I apologize: a fair amount of typos today. Typing in the dark. Long story.
RBN Energy: gas processing economics, part V.
Cold day in Boston, but no wind, so riding a bike was not an issue; a very nice bike, in fact; actually quite nice; bright, sunny day. The weatherperson predicted 3 -5 inches overnight. We got maybe a quarter inch. None on the streets due to the fast work of the "salters." The weatherperson who predicted 3 - 5 inches of snow overnight was the same weatherperson who predicts a 1.7 degree increase in global temperature over the next century. If there's anything I've learned about weather and climate forecasting, weather is a lot more difficult to forecast, and one sees results a whole lot sooner. Climate forecasting is really, really, easy, as long as one has a TRS-80 or better.
But I digress. What's going on in the world? Boston Globe: the president's emphasis going forward -- climate control, gay rights, and something else. I forget the third. Something similar. I'm reading a great biography of Jeannette Howard Foster (b. 1895; leader in lesbian rights); fascinating story; used the word "gay" in her poetry, she says, but always associated it with joyful / mirthful in the early days. I'm not far enough in the book to know when/if she "modernized" the word. Her preference was lesbian. The author: Joanne Passet. I assume most folks coming here for the Bakken aren't interested in this, so I will alert them in the subject line.... and then move on to the Wall Street Journal.
Section D (Personal Journal): Sports page -- prepare to be harbaughed. A new word. Nice.
If you get the print edition, consider cutting out this article and hanging it on your refrigerator door; should do wonders for your relationship with that significant other: "Put a Stop to 'Do I Look Fat?'"
Section C (Money & Investing):
Just what is working on the railroad? One railroad not listed on the list at that link: BRK-B, a regional monopoly serving the Bakken and Warren Buffett. Surprisingly, a railroad I associate with coal is leading the list of EPS growth estimates at almost 60% -- Genesee & Wyoming.
Oh, by the way, nothing to do with the WSJ, but along with the biography mentioned above that I am reading, I am also reading Debt: The First 5,000 Years by David Graeber. I read about ten pages every night before I fall to sleep. That's a keeper. I understand better why Tim Geithner and others suggest the debt ceiling is "so yesterday." I'm starting to agree. More on that later, perhaps.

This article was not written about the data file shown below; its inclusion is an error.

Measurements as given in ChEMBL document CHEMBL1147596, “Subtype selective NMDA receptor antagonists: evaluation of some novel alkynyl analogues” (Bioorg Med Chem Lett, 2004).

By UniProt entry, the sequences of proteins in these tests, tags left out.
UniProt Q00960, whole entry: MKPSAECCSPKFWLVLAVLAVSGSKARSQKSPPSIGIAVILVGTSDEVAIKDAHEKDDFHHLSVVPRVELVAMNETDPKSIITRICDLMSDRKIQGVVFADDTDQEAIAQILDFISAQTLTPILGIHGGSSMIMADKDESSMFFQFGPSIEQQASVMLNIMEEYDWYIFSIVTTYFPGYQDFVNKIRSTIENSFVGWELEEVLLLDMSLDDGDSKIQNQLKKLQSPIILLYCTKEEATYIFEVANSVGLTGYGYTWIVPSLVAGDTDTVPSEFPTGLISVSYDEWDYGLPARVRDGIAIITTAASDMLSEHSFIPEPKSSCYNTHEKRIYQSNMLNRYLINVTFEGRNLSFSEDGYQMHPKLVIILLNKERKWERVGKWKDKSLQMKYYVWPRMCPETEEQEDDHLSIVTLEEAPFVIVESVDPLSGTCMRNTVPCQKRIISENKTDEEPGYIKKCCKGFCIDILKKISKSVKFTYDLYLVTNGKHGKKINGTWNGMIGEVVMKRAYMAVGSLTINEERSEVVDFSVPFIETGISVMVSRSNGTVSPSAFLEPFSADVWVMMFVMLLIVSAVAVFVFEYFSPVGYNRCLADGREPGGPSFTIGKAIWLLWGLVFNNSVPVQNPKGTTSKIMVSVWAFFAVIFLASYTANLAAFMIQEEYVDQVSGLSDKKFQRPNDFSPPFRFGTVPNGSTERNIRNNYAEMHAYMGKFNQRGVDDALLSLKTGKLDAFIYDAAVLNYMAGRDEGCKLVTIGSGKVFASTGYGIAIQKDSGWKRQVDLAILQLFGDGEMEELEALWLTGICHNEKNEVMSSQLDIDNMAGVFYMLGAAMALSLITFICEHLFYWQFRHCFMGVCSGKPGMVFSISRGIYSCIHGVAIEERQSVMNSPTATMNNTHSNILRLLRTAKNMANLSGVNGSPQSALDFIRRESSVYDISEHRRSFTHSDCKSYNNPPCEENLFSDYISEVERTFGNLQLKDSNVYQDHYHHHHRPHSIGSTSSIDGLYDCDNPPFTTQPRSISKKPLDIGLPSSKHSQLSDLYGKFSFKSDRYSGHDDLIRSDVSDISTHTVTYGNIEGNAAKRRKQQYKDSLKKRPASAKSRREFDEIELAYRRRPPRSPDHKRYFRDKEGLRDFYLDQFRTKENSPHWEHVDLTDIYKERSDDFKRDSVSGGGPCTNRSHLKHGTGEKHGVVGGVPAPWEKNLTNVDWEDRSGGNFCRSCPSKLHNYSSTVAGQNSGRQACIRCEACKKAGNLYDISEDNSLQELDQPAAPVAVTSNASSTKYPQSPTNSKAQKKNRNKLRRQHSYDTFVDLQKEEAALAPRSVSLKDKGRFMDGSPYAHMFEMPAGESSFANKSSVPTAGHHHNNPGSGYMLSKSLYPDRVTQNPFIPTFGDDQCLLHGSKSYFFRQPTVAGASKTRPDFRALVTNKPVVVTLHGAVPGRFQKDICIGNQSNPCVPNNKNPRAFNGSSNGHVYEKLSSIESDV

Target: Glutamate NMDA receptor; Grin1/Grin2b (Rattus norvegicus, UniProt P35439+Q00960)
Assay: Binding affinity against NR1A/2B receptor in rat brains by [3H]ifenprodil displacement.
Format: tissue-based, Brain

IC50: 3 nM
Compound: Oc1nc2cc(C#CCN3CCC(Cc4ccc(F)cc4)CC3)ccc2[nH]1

Back to the WSJ.
Section B (Marketplace):
More bad news for Boeing. No links; it's all over the news. Those lithium batteries. If this is a design defect, "B" is for Bad news. Or Burning Batteries.
Huge article: deal trips up Caterpillar in China. Maybe a speed bump, but I don't think "tripped." As in stumbling, falling to the ground. That I would reserve for HP and Autonomy.
This was my wife's mother's favorite piece of sculpture: the Manneken Pis in Brussels. My mother-in-law was Japanese, born not too far away from ground zero; not in the area at the time, obviously. Immigrated to America. Loved America. Really amazing. Really, really bright, smart. Came over when she was eighteen years old, or so, maybe twenty. "Disowned" by her family for marrying a non-White American, though even a white American would have been beyond the pale. Never looked back. Reconciled with her family after her first child (to be my wife many years later, but, of course, that was not in the tea leaves back in 1947, or whenever it was). Visited Japan almost yearly in her adult life; she paid for her trips back to Japan from Los Angeles with "tip money" earned as a waitress in a .... Japanese restaurant. When we went for drives, I was only allowed to buy gasoline at the Chevron station that was owned by a Japanese family. The line she once used I will never forget while driving in Los Angeles: "Take a reft at the next right." [Translation: take a left at the next light. I figured that out fast enough to make a lane change, but it was close.]
So, front page, at the bottom, the WSJ has a story on the Brussels Mannekin Pis, my mother-in-law's favorite piece of sculpture. It appears the link is "blocked" but you can probably find the story elsewhere.
How interesting. Up above I mentioned HP and Autonomy. Now, on the first page, bottom right, I see this: inside H-P's missed chance to avoid a disastrous deal.
Stan Musial, I see, died Saturday, age 92. In a place far away and long ago, I had a significant other who would talk to me about "Stan the Man." Two completely different men in the headlines in the op-ed section today: Lance Armstrong and Stan Musial. There's a picture of one of them smiling. I will let you guess which one. A hint: he's holding a baseball bat.
Okay, that's it. Forward. To the Bakken.
Disclaimer: this is not an investment site. Do not make any investment decisions based on what you read here. The stuff about the Japanese restaurant was not an inside tip to invest in Asian Fusion.